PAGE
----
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Mainstream, VOL LX No 17, New Delhi, April 16, 2022

Par-Tapi-Narmada River Link Project Should be Fully Withdrawn | Bharat Dogra

Friday 15 April 2022, by Bharat Dogra

There has been a great surge of united actions by tribal communities against the Par-Tapi-Narmada River Link Project following which the central government and the Gujarat state government have suspended the project for the time-being. Apart from protests by tribal communities, the fact that the Congress party has extended its support to the opposition of this river-link project and that assembly elections are due in the near future must have also weighed with the governments while suspending work on this project.

Under this project three rivers are to be linked—the Par, the Tapi and the Narmada, using 7 dams, three diversion weirs, two tunnels and a 395 km. long canal. Six dams are to be constructed in Gujarat and one in Maharashtra.

However the most reported aspect of this project recently has been the the big and united opposition by tribal communities who have formed struggle committees for various dams and regions. They have asserted that they want a more real commitment from the union and the state government ( Gujarat) that the project will not be taken up in future at all. The Congress party has taken a similar stand.

Behind this demand of the tribal communities of Gujarat is a history of much suffering caused by displacement and other problems, loss of home, forests and farmland, related to several projects in the past. Apart from displacement, there is the longer-term contentious issue of what changes river-links will bring. There is a tendency on the part of the authorities to rush ahead without going deeper into the almost irreversible problems they may be unleashing. In this context the entire thinking about the entire river-link project is deeply problematic. The Tapi-Par-Narmada or the Ken-Betwa link projects are after all only sub-projects of the giant national river-links project which is going ahead with redrawing the river geography of India without giving much thought at all to a comprehensive understanding of how harmful in almost irreversible ways this may be to ecology, people, biodiversity and various habitats. The reasons why such projects are being rushed also need to be discussed.

In the present context of Par-Tapi-Narmada link again the transfer of water to water deficit areas of Saurashtra and Kutch is being discussed. But did we not hear this at the time of the Sardar Sarovar project also, which involved such huge submergence, displacement as well as other ecological and social costs. Surely the transfer of water achieved by this gigantic water project should have been adequate, but no, there is this other project too within a short period. So someone should explain very clearly what are the overall water needs of this deficit area, what was provided by Sardar Sarovar and what is sought from the new project. Very inconvenient questions are likely to be raised in the process of seeking an honest answer to this question. Secondly, what about the surplus water region from where the water is to be transferred? Are the people here satisfied that they have surplus water to transfer?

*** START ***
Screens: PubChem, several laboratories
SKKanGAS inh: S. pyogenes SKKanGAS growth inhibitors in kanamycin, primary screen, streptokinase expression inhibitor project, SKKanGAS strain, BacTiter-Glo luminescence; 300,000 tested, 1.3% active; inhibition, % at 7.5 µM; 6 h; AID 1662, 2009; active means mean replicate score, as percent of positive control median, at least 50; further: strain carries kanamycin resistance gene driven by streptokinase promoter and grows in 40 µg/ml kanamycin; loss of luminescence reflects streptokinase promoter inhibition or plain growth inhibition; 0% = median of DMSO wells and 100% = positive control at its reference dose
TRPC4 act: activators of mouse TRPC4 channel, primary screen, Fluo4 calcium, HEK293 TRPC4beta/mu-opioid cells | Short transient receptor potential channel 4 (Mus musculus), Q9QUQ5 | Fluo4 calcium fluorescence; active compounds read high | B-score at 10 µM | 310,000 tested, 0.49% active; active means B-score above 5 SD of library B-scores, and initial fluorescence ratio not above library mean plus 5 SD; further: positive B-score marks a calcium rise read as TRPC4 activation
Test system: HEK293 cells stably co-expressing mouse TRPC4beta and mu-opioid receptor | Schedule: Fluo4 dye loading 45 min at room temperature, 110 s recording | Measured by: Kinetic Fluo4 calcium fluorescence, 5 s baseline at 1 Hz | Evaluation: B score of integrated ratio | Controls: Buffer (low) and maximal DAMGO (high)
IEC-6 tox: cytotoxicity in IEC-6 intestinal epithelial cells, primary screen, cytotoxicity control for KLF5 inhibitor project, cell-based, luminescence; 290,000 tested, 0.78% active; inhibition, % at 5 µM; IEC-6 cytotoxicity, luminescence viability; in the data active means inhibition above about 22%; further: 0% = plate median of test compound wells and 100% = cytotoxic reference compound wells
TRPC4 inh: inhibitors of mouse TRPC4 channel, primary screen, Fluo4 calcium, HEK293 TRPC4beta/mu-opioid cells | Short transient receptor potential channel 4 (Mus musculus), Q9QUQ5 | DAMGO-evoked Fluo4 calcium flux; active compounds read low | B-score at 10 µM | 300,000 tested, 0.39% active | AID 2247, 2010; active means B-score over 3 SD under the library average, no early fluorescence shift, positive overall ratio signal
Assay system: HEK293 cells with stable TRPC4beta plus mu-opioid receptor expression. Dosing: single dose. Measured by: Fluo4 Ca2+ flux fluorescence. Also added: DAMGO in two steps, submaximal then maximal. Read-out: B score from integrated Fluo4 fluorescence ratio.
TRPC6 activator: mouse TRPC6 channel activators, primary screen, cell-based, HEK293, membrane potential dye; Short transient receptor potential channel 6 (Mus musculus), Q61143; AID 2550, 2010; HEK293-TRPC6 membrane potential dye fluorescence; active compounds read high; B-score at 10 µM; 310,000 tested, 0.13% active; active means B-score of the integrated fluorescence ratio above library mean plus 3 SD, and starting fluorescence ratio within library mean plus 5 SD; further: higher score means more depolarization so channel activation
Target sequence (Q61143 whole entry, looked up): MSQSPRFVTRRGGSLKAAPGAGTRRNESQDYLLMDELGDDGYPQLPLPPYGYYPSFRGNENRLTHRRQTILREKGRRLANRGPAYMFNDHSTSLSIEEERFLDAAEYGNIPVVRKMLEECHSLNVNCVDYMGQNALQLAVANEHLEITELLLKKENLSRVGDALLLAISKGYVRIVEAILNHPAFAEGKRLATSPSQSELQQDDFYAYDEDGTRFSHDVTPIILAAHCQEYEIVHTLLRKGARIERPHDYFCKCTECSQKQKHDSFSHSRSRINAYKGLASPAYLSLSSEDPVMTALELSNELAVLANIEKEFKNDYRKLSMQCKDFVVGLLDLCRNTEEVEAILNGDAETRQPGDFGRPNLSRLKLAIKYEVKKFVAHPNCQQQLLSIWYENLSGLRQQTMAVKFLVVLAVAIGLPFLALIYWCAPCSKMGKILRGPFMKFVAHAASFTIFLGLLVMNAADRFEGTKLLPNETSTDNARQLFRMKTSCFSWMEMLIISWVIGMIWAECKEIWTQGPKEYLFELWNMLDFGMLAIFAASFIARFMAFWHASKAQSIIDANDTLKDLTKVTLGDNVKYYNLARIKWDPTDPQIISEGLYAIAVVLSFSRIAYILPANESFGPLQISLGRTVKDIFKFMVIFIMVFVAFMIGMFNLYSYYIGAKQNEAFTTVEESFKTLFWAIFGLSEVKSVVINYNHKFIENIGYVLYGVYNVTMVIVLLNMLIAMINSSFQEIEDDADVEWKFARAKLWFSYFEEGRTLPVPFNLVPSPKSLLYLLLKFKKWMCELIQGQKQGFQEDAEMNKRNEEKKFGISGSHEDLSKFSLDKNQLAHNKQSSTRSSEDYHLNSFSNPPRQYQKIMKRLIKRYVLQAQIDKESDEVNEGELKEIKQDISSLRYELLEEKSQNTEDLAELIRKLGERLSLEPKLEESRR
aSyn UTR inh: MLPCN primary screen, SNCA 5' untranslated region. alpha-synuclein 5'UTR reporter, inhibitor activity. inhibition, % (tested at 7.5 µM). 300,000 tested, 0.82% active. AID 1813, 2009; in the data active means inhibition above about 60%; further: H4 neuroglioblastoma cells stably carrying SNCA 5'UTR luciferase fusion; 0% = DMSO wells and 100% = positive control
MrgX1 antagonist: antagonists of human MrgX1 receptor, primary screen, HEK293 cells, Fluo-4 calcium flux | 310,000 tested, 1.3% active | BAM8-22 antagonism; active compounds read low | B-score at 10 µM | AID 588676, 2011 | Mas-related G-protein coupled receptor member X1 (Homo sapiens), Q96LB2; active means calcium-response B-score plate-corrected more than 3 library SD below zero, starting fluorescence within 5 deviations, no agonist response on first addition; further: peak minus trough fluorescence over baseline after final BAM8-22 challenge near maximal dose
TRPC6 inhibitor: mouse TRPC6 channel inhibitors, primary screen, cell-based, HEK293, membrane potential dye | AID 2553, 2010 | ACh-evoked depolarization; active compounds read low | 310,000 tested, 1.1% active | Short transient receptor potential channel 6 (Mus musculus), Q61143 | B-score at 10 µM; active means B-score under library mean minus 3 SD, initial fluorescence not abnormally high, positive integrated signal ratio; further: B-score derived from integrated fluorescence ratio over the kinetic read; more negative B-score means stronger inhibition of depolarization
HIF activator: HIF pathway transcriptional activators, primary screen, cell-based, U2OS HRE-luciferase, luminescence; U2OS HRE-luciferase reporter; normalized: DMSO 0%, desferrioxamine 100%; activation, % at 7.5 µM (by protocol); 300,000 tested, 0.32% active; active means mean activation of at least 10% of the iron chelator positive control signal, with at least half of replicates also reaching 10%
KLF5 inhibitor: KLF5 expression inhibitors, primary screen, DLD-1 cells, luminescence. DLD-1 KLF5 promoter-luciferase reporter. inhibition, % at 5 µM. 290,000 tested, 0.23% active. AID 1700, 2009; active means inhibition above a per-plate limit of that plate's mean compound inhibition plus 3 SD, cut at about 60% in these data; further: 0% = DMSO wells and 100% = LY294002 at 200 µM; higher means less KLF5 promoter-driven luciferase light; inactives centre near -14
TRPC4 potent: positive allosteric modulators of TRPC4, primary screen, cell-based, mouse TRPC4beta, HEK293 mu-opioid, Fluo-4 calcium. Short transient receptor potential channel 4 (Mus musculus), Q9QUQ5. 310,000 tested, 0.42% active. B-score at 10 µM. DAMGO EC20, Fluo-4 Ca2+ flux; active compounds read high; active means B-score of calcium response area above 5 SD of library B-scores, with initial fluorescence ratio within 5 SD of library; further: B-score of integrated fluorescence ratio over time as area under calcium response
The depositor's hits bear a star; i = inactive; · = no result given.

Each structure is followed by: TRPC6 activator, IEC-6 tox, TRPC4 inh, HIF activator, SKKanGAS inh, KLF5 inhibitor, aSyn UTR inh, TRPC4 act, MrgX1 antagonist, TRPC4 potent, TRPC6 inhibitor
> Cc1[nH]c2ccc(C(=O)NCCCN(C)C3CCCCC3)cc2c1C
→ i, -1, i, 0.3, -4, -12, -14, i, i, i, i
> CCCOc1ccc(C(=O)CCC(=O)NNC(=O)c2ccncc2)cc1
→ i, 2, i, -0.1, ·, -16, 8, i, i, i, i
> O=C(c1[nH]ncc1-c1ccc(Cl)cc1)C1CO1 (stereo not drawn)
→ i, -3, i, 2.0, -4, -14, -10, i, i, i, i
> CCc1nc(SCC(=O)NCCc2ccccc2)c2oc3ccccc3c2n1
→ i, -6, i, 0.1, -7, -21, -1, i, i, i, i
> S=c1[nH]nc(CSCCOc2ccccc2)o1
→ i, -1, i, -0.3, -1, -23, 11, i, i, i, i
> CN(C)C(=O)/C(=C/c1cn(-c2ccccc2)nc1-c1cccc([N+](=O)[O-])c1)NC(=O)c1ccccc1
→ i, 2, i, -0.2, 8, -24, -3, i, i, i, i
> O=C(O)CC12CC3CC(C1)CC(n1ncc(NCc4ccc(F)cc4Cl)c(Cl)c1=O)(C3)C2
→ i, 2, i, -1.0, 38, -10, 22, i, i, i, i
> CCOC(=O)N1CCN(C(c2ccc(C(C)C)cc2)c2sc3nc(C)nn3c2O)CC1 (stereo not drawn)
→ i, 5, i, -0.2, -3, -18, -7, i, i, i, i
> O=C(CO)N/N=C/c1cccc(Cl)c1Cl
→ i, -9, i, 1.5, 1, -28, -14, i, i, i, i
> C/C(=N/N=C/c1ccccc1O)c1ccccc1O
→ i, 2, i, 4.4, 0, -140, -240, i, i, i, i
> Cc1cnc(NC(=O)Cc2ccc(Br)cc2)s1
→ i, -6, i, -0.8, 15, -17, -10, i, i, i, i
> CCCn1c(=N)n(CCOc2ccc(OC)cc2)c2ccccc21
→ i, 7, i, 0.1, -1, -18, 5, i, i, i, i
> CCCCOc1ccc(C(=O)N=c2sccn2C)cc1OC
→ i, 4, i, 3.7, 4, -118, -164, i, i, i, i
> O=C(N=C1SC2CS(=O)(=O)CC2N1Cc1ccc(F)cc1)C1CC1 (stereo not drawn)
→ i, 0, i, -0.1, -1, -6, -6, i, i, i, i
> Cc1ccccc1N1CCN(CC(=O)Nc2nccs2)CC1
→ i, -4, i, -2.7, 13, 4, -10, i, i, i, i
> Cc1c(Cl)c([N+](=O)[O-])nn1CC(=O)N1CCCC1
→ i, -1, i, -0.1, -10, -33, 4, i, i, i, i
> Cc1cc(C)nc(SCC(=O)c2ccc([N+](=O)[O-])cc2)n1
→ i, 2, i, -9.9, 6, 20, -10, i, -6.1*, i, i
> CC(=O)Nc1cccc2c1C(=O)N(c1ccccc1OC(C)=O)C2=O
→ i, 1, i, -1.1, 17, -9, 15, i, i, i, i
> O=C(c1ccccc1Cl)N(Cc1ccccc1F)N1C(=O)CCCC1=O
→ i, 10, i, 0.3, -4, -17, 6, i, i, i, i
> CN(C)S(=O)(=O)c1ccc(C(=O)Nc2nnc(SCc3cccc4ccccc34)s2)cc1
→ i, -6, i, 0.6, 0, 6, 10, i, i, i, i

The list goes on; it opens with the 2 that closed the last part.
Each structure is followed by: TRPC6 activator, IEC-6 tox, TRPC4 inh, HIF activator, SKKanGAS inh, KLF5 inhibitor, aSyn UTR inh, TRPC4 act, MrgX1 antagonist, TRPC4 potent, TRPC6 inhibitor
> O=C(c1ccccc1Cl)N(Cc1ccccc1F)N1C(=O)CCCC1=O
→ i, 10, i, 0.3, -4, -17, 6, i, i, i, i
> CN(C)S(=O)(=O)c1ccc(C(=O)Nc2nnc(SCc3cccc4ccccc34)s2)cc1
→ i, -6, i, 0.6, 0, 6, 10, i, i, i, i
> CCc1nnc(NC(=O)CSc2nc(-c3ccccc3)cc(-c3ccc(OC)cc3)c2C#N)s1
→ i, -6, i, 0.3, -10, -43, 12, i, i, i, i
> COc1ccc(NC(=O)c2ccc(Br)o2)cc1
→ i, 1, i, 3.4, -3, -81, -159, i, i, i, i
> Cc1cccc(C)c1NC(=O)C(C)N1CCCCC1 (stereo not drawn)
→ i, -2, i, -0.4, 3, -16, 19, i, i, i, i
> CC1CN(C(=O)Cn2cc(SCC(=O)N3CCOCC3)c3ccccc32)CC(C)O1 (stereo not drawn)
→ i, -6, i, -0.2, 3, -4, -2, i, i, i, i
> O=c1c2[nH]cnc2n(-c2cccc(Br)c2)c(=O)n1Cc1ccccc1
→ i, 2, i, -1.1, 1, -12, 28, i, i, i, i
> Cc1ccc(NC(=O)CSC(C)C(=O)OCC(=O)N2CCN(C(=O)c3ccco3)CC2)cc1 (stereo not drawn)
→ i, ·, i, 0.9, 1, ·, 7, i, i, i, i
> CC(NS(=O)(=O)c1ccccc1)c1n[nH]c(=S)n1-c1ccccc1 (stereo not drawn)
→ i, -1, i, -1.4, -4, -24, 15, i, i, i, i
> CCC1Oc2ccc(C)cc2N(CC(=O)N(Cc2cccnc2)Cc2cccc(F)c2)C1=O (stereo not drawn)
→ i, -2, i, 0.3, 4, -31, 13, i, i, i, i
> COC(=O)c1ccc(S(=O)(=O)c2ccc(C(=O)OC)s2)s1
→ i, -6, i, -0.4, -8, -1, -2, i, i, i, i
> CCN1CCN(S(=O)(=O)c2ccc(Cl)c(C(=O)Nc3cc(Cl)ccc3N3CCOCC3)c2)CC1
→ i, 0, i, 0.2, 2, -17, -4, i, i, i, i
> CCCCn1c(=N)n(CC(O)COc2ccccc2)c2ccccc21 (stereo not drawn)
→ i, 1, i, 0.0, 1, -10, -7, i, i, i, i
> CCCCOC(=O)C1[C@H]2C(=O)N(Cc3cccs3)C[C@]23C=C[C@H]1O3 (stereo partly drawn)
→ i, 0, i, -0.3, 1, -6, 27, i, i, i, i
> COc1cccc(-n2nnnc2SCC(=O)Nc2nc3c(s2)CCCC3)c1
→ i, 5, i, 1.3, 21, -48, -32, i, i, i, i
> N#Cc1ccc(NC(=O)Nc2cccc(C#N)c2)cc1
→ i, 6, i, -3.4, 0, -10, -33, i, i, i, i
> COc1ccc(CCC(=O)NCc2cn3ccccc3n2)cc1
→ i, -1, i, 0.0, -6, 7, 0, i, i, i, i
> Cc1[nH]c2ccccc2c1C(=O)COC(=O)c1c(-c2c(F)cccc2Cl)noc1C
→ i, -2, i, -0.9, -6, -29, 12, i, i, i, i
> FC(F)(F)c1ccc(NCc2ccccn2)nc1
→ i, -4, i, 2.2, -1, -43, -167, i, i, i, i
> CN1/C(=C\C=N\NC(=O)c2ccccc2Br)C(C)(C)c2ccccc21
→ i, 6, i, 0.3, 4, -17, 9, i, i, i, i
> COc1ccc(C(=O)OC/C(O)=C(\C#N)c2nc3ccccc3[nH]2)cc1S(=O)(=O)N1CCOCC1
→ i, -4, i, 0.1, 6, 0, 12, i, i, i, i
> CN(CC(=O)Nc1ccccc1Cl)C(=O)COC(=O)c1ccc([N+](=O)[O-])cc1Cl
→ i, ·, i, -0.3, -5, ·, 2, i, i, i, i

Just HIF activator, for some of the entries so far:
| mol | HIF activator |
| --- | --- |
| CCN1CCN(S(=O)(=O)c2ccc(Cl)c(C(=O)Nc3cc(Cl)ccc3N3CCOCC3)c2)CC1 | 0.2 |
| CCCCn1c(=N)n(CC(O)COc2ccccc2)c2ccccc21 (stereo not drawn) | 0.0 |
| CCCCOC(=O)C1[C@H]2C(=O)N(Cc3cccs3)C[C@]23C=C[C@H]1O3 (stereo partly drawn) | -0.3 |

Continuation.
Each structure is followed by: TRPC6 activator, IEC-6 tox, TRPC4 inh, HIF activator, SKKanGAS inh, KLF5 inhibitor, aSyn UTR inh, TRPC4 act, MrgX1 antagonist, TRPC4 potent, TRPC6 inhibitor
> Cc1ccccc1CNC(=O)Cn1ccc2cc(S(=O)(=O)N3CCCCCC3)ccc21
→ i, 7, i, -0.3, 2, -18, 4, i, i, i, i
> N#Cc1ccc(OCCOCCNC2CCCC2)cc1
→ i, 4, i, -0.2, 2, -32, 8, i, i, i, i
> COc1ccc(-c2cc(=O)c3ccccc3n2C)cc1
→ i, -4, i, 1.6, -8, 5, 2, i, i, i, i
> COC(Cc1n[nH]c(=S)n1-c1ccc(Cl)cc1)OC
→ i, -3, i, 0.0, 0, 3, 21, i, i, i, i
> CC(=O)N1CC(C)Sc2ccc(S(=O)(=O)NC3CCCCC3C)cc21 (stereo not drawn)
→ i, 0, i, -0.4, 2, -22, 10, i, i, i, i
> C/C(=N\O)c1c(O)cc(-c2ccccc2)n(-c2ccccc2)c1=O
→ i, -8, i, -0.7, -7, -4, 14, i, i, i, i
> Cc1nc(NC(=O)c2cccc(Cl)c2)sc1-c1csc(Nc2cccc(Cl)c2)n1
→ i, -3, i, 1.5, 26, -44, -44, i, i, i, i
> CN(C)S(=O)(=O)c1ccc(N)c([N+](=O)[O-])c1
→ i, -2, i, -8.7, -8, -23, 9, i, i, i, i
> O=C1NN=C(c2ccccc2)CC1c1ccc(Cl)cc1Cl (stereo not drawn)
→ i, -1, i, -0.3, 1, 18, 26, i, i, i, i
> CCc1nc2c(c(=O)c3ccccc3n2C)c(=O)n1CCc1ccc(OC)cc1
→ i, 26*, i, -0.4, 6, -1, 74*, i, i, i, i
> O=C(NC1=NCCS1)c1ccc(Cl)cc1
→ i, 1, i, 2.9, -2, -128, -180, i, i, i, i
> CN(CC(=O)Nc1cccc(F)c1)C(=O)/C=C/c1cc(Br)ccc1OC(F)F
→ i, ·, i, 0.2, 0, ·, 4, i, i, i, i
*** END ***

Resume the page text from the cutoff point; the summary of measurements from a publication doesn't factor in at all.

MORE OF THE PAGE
In the first river-link project known as the Ken-Betwa project these questions have been discussed and debated over a longer time-span and some very inconvenient truths about the total confusion in official thinking regarding what is surplus and deficit have been revealed. A river (Ken) which has been much harmed by sand mining and other factors over the recent years and which is badly depleted during the lean season to a considerable extent is being identified in this project as the surplus river from whom water is sought to be transferred. In fact the entire question is also related not just to water flows per se but also to the extent of the exploitation of water resources. An area which has gone in a big way for industry and commercial water-intensive farming can be shown to be deficit or needing more water, while an area which has been cautious about not overexploiting its water resources can be shown to be more abundant in terms of water resources. So with huge water transfer and river link schemes are we set on rewarding over-exploiters at the expense of cautious users. Then there is the question of who will suffer from all the adverse impacts of dams, not just displacement. Are the impacts on fish and other life-forms in rivers and river-bank areas even being considered? A project like Sardar Sarovar was constructed in the name of augmenting water supply, but in coastal areas it can lead to push-in or ingress of salinity, in turn reducing water for drinking and other essential needs. The Ken-Betwa link is being pushed in the name of removing water scarcity, but it will start with axing more than 2.3 million trees, and each tree as we all know is a valuable conserver of water.

The more money we waste on these dubious, highly questionable but very costly water projects such as the river link sub-projects, the less resources we have for smaller scale, low-costs genuine water conservation work taken up with close involvement of people which does not have any adverse impacts but makes highly cost-effective, employment generating, livelihood protecting contribution to protecting and enhancing water resources. So clearly there is a need to question the way the authorities are going ahead in water projects and the tribal communities of Gujarat have done well to bring a highly questionable project to a halt.

(The writer is Convener, Campaign to Save Earth Now. His recent books include Man over Machine and India’s Quest for Sustainable Farming and Healthy Food.)

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